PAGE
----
Today is World Lupus Day.
Lupus is an auto-immune disease that affects tens of thousands of Canadians every year. Often referred to as ‘the disease with a thousand faces', the condition is complex and displays several different symptoms which vary from person to person, making it difficult to diagnose. To date, there is no known cure and only costly medications are available to those suffering.
The disease is characterized as a ‘self-allergy’ to one’s own body and can attack parts of the body including tissue, organs, muscles, joints, blood and vessels, lungs, heart, kidneys, and brain, causing an array of symptoms such as extreme fatigue, joint and muscle pain, anemia, and eventually, the destruction of vital organs. It is most common in women of childbearing age but can also afflict men and children.
Every year, Lupus Ontario hosts a large fundraiser called the ‘Lupus Italian Dinner, Dance, & Silent Auction’, bringing in around $100K which supports ongoing research and programs available to those afflicted with the disease. However, since Covid, Lupus Ontario has had to cancel the event for the second year in a row. Instead, the non-profit organization focuses on its annual ‘Walk for Lupus’ and pivoted by making the fundraiser virtual.
This year’s virtual Walk for Lupus Ontario will be held on Saturday, Aug. 21, 2021. Participants will be encouraged to walk, ride, cycle, do yoga, or any kind of physical activity to help raise awareness while collecting donations for Lupus Ontario programs and continued research on the disease.
“It’s a challenging effort to bring those donations in,” shares Brynn Clark, Director with Lupus Ontario and social media representative. “Last year, people were afraid to ask for money (or donate) because people were losing their jobs [due to Covid].”
Clark is on the public awareness committee and chairs the advocacy committee for Lupus Ontario. She is also a facilitator for a Lupus support group in the Ottawa area. She shares that Lupus Ontario continues to work with all levels of the Ontario Government to get the word ‘Lupus’ on the lips and ears of all healthcare officials, with an added goal of getting provincial recognition for May 10 as the official ‘World Lupus Day’.
“Our goal is to have better advocacy for patients and bring the issues that Lupus sufferers are facing to the Ontario Government,” says Clark. “It’s a hard one, especially during the pandemic – managing health, anxiety, and uncertainty, vaccinations, being stuck at home – add Lupus symptoms… it’s a challenge!”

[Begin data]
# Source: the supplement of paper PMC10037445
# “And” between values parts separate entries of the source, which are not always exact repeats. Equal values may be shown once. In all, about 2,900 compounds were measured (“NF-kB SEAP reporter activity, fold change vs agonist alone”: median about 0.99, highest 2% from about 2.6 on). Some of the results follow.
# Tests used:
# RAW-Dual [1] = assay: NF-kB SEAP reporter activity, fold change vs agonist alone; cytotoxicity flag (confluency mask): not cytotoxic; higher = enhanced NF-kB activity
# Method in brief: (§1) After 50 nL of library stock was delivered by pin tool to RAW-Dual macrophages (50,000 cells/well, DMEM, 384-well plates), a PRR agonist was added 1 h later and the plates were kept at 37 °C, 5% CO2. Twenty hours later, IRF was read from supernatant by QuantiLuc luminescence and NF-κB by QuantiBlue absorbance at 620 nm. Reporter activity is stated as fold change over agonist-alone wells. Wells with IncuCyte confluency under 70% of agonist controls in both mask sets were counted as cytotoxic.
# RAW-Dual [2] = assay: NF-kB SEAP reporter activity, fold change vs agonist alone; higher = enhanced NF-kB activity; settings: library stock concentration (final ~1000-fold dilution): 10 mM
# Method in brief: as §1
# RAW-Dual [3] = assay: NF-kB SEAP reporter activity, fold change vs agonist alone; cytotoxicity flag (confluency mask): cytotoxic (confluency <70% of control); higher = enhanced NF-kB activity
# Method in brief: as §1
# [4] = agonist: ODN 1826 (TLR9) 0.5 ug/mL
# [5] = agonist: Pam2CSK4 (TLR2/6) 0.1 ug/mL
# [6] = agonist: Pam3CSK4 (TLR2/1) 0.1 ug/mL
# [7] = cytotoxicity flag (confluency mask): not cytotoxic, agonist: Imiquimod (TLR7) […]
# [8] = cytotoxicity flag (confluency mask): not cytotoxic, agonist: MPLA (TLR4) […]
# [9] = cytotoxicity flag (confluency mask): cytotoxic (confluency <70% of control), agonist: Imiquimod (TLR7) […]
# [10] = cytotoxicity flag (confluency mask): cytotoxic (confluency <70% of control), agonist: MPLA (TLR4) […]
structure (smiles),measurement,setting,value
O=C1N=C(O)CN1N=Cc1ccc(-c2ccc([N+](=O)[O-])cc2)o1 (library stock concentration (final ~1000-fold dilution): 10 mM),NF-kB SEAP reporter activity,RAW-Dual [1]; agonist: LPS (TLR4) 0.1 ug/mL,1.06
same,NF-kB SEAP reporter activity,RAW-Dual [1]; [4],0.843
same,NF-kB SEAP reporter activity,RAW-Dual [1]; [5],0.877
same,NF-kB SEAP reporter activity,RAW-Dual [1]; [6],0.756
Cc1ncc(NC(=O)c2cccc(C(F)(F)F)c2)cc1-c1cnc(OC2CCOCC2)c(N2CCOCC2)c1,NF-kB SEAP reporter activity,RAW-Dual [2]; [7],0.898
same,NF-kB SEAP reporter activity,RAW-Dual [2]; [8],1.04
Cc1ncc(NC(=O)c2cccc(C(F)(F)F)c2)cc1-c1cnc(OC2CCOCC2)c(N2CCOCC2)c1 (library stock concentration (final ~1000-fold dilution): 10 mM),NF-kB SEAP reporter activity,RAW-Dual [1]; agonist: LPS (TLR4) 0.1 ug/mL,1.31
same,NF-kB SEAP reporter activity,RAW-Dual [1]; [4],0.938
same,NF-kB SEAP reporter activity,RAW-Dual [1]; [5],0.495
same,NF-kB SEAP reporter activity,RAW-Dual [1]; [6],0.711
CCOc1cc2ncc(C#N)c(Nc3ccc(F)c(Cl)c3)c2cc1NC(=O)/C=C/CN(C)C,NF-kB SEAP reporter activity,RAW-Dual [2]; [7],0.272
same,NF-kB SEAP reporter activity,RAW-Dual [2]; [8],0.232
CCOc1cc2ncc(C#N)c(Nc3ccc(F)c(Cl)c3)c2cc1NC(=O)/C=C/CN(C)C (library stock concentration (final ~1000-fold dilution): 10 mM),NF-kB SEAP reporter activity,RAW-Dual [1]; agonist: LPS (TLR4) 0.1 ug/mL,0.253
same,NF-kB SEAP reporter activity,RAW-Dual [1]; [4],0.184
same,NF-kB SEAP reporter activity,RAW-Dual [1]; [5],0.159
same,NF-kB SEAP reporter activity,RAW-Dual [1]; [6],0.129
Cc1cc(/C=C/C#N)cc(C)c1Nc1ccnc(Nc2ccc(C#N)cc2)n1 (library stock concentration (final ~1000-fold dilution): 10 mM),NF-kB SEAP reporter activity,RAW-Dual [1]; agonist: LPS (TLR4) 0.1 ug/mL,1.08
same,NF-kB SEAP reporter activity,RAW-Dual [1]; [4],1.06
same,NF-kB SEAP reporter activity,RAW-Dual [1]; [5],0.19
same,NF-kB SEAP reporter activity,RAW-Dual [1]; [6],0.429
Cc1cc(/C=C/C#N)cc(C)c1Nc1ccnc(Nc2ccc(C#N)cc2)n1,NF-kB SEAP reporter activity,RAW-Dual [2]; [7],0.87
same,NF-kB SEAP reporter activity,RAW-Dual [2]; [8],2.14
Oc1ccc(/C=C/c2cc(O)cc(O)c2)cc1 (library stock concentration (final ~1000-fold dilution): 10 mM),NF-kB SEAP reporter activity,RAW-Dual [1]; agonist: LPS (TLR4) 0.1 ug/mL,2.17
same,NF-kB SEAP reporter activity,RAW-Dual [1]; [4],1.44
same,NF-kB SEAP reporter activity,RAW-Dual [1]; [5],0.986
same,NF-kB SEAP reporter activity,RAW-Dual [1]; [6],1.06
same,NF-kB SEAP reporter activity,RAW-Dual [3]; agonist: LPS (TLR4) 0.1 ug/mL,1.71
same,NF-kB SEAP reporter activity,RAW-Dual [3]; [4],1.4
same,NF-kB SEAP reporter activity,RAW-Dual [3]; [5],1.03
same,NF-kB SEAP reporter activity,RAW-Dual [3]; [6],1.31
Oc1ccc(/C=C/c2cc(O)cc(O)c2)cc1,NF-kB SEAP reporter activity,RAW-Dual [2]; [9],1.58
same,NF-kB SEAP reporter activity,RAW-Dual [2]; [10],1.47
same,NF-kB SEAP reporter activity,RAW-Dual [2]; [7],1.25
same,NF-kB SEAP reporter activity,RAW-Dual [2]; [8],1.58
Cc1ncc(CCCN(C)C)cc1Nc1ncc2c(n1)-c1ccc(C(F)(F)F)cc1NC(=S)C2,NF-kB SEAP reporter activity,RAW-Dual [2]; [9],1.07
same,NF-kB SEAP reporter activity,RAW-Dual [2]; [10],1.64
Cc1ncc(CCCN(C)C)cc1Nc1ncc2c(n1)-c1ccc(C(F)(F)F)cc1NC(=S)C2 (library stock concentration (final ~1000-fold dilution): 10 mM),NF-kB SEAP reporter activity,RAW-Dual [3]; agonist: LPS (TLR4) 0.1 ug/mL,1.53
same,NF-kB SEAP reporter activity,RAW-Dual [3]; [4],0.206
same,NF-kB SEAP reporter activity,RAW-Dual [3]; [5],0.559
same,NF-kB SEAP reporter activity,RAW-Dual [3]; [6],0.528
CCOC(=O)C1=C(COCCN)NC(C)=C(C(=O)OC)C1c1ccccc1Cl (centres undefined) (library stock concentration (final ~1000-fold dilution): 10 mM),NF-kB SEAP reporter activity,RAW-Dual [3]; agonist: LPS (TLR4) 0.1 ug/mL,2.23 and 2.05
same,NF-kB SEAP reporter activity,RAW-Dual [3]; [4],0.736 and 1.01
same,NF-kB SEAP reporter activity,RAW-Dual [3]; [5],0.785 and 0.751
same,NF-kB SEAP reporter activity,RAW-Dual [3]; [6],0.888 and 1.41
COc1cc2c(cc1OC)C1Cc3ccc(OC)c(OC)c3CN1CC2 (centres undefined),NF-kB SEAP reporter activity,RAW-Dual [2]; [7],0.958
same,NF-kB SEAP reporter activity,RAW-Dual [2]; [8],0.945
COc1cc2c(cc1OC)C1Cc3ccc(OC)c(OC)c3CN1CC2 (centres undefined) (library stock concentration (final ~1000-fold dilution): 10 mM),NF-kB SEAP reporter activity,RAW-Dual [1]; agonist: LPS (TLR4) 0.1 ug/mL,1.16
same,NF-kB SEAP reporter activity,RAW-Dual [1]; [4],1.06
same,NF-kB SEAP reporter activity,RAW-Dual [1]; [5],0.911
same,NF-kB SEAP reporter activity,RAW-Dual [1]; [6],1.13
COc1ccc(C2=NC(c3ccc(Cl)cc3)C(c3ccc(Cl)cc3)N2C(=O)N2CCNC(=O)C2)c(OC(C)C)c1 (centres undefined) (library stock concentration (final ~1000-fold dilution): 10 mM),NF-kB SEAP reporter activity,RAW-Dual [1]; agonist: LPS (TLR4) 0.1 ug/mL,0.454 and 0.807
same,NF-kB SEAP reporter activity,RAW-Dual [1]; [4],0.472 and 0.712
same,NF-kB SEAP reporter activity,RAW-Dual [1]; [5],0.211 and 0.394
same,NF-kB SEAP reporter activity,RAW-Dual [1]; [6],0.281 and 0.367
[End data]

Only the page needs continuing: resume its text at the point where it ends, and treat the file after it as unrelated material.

Clark is a mother of five. Her children range in age from 14 to 25, with two twin boys in the mix. She was diagnosed with Lupus in 2010 and immediately began looking for supports and resources to help manage her pain and provide answers about the tricky disease.
She and her family participated in many Walks for Lupus, raising funds for the cause and promoting more awareness. In 2019, Clark recognized a need for more media promotion, so she volunteered to manage all social media accounts for the organization, and in May 2020 she applied and joined the board of directors with Lupus Ontario.
“I’m in a bit of a plateau right now. Currently, no medications are required at the moment,” shares Clark about her Lupus condition, adding that some medications conflict with other health issues she’s had over the years. “I deal with a lot of chronic, intense pain and fatigue every day. If I woke up not in pain, I’d think I was dead – it’s just a normal part of my life now, it’s just always there.”
Clark describes Lupus fatigue as “bone-crushing” with an added level of pain that makes it exceedingly difficult to live a happy, normal life.
“When you’re involved with pain and medical issues every day of every month, you start to question the “why”, what did I do? How can I not just exist, but live, and that encompasses ‘wanting’ to,” says Clark.
When the pandemic hit, Clark left her job at a health and wellness store and decided to go back to school, enrolling at Carleton University where she is working on obtaining her Bachelor of Science, majoring in Earth Sciences. But in October, the worst happened – Clark contracted Covid-19.
“There were a couple of days where I thought, I cannot do this anymore, I’m tired of fighting,” expresses Clark. “Looking back, it could have been so much worse! But in that moment, it was trying to manage the Lupus, it gave me heart palpitations, I couldn’t breathe, and with having a Lupus ‘flare up’… I thought if I got Covid I would die!”
Clark shares the ordeal took a huge toll on her mental health, but she was able to keep her feet on the ground after discovering a mental health initiative organized by a fellow colleague who offered free counselling sessions to students who were also parents.
“Sometimes we’re afraid to ask for help,” admits Clark. “I don’t want to be a burden to anyone else… the mental toll of being a Lupus patience among regular things is challenging, but with Covid, overall it’s overwhelming!”
She adds, “I didn’t like the hand I’d been dealt in life, having Lupus, so I changed the game. My epiphany came when I realized that at the end of the day, it’s only my choices that will determine whether my life will be remembered and measured in levels of pain, or by the value of the memories I choose to continue to make. Raising awareness and providing safe spaces within which other Ontario Lupus patients are able to connect will hopefully provide the foundation that all Lupus patients need: To know that they do, indeed, matter."
To learn more about Lupus Ontario, or to register for this year's virtual Walk for Lupus, visit: www.lupusontario.org